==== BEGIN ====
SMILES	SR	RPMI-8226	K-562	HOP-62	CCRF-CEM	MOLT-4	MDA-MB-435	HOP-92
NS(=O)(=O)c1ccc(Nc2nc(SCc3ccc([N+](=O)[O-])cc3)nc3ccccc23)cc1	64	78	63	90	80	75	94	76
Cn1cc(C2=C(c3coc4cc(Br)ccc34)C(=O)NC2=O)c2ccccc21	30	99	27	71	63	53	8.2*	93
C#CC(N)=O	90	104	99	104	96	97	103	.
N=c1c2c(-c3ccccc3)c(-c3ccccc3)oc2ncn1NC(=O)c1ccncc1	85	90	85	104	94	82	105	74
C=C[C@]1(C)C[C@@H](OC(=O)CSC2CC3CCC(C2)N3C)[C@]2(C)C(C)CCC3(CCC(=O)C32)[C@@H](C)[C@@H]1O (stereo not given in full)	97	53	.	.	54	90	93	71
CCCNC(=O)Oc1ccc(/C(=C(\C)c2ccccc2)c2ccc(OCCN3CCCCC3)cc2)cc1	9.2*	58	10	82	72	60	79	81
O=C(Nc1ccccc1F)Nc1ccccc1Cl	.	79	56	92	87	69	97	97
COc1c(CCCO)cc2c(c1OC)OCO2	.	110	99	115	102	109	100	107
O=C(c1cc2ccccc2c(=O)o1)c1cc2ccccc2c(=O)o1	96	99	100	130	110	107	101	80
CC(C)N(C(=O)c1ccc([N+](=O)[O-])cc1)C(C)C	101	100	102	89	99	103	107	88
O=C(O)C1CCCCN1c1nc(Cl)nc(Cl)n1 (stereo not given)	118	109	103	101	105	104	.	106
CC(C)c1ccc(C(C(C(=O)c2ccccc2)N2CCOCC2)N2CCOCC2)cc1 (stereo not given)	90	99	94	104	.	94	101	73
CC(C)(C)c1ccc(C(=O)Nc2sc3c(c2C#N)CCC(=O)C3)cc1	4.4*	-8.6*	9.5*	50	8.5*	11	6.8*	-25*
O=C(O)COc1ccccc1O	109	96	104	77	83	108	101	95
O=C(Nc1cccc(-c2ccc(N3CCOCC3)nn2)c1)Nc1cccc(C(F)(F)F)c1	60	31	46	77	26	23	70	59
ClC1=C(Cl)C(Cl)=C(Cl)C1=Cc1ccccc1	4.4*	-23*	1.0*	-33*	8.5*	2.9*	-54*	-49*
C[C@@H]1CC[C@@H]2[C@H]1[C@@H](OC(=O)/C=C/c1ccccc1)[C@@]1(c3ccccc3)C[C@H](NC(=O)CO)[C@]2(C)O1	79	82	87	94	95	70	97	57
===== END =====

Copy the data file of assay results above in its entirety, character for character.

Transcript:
SMILES	SR	RPMI-8226	K-562	HOP-62	CCRF-CEM	MOLT-4	MDA-MB-435	HOP-92
NS(=O)(=O)c1ccc(Nc2nc(SCc3ccc([N+](=O)[O-])cc3)nc3ccccc23)cc1	64	78	63	90	80	75	94	76
Cn1cc(C2=C(c3coc4cc(Br)ccc34)C(=O)NC2=O)c2ccccc21	30	99	27	71	63	53	8.2*	93
C#CC(N)=O	90	104	99	104	96	97	103	.
N=c1c2c(-c3ccccc3)c(-c3ccccc3)oc2ncn1NC(=O)c1ccncc1	85	90	85	104	94	82	105	74
C=C[C@]1(C)C[C@@H](OC(=O)CSC2CC3CCC(C2)N3C)[C@]2(C)C(C)CCC3(CCC(=O)C32)[C@@H](C)[C@@H]1O (stereo not given in full)	97	53	.	.	54	90	93	71
CCCNC(=O)Oc1ccc(/C(=C(\C)c2ccccc2)c2ccc(OCCN3CCCCC3)cc2)cc1	9.2*	58	10	82	72	60	79	81
O=C(Nc1ccccc1F)Nc1ccccc1Cl	.	79	56	92	87	69	97	97
COc1c(CCCO)cc2c(c1OC)OCO2	.	110	99	115	102	109	100	107
O=C(c1cc2ccccc2c(=O)o1)c1cc2ccccc2c(=O)o1	96	99	100	130	110	107	101	80
CC(C)N(C(=O)c1ccc([N+](=O)[O-])cc1)C(C)C	101	100	102	89	99	103	107	88
O=C(O)C1CCCCN1c1nc(Cl)nc(Cl)n1 (stereo not given)	118	109	103	101	105	104	.	106
CC(C)c1ccc(C(C(C(=O)c2ccccc2)N2CCOCC2)N2CCOCC2)cc1 (stereo not given)	90	99	94	104	.	94	101	73
CC(C)(C)c1ccc(C(=O)Nc2sc3c(c2C#N)CCC(=O)C3)cc1	4.4*	-8.6*	9.5*	50	8.5*	11	6.8*	-25*
O=C(O)COc1ccccc1O	109	96	104	77	83	108	101	95
O=C(Nc1cccc(-c2ccc(N3CCOCC3)nn2)c1)Nc1cccc(C(F)(F)F)c1	60	31	46	77	26	23	70	59
ClC1=C(Cl)C(Cl)=C(Cl)C1=Cc1ccccc1	4.4*	-23*	1.0*	-33*	8.5*	2.9*	-54*	-49*
C[C@@H]1CC[C@@H]2[C@H]1[C@@H](OC(=O)/C=C/c1ccccc1)[C@@]1(c3ccccc3)C[C@H](NC(=O)CO)[C@]2(C)O1	79	82	87	94	95	70	97	57